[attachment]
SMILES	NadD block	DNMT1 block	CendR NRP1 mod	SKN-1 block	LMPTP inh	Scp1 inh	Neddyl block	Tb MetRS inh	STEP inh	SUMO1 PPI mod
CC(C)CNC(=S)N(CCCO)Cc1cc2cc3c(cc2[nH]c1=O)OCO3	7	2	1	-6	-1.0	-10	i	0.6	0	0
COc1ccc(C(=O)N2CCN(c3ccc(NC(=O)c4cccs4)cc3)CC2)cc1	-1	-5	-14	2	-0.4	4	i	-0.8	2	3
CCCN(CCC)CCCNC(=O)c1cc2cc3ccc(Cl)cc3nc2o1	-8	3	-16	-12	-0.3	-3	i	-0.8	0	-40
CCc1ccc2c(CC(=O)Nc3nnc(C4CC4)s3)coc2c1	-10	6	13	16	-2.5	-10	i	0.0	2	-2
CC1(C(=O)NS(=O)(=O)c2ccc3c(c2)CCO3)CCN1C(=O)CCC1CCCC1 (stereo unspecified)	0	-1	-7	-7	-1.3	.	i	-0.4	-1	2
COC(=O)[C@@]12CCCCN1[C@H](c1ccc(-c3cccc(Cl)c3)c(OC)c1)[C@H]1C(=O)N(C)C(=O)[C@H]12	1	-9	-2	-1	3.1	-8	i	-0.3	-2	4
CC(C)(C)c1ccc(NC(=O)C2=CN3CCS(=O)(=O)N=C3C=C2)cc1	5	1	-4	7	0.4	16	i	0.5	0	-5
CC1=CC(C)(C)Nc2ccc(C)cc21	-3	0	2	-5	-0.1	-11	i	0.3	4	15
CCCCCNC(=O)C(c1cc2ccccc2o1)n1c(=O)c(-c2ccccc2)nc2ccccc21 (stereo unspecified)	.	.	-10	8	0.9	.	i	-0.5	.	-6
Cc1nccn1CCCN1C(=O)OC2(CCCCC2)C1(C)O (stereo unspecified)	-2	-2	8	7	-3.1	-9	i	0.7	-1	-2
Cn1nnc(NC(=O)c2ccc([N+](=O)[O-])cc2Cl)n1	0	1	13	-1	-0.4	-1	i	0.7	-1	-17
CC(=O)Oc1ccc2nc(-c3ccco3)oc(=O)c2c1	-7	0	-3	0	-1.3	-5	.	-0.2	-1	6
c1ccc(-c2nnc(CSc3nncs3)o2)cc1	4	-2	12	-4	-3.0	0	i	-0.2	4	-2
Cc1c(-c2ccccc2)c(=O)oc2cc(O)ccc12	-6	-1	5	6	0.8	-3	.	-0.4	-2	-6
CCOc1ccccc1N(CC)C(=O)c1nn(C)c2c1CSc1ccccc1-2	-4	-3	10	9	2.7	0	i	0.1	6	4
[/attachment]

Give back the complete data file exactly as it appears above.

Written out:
SMILES	NadD block	DNMT1 block	CendR NRP1 mod	SKN-1 block	LMPTP inh	Scp1 inh	Neddyl block	Tb MetRS inh	STEP inh	SUMO1 PPI mod
CC(C)CNC(=S)N(CCCO)Cc1cc2cc3c(cc2[nH]c1=O)OCO3	7	2	1	-6	-1.0	-10	i	0.6	0	0
COc1ccc(C(=O)N2CCN(c3ccc(NC(=O)c4cccs4)cc3)CC2)cc1	-1	-5	-14	2	-0.4	4	i	-0.8	2	3
CCCN(CCC)CCCNC(=O)c1cc2cc3ccc(Cl)cc3nc2o1	-8	3	-16	-12	-0.3	-3	i	-0.8	0	-40
CCc1ccc2c(CC(=O)Nc3nnc(C4CC4)s3)coc2c1	-10	6	13	16	-2.5	-10	i	0.0	2	-2
CC1(C(=O)NS(=O)(=O)c2ccc3c(c2)CCO3)CCN1C(=O)CCC1CCCC1 (stereo unspecified)	0	-1	-7	-7	-1.3	.	i	-0.4	-1	2
COC(=O)[C@@]12CCCCN1[C@H](c1ccc(-c3cccc(Cl)c3)c(OC)c1)[C@H]1C(=O)N(C)C(=O)[C@H]12	1	-9	-2	-1	3.1	-8	i	-0.3	-2	4
CC(C)(C)c1ccc(NC(=O)C2=CN3CCS(=O)(=O)N=C3C=C2)cc1	5	1	-4	7	0.4	16	i	0.5	0	-5
CC1=CC(C)(C)Nc2ccc(C)cc21	-3	0	2	-5	-0.1	-11	i	0.3	4	15
CCCCCNC(=O)C(c1cc2ccccc2o1)n1c(=O)c(-c2ccccc2)nc2ccccc21 (stereo unspecified)	.	.	-10	8	0.9	.	i	-0.5	.	-6
Cc1nccn1CCCN1C(=O)OC2(CCCCC2)C1(C)O (stereo unspecified)	-2	-2	8	7	-3.1	-9	i	0.7	-1	-2
Cn1nnc(NC(=O)c2ccc([N+](=O)[O-])cc2Cl)n1	0	1	13	-1	-0.4	-1	i	0.7	-1	-17
CC(=O)Oc1ccc2nc(-c3ccco3)oc(=O)c2c1	-7	0	-3	0	-1.3	-5	.	-0.2	-1	6
c1ccc(-c2nnc(CSc3nncs3)o2)cc1	4	-2	12	-4	-3.0	0	i	-0.2	4	-2
Cc1c(-c2ccccc2)c(=O)oc2cc(O)ccc12	-6	-1	5	6	0.8	-3	.	-0.4	-2	-6
CCOc1ccccc1N(CC)C(=O)c1nn(C)c2c1CSc1ccccc1-2	-4	-3	10	9	2.7	0	i	0.1	6	4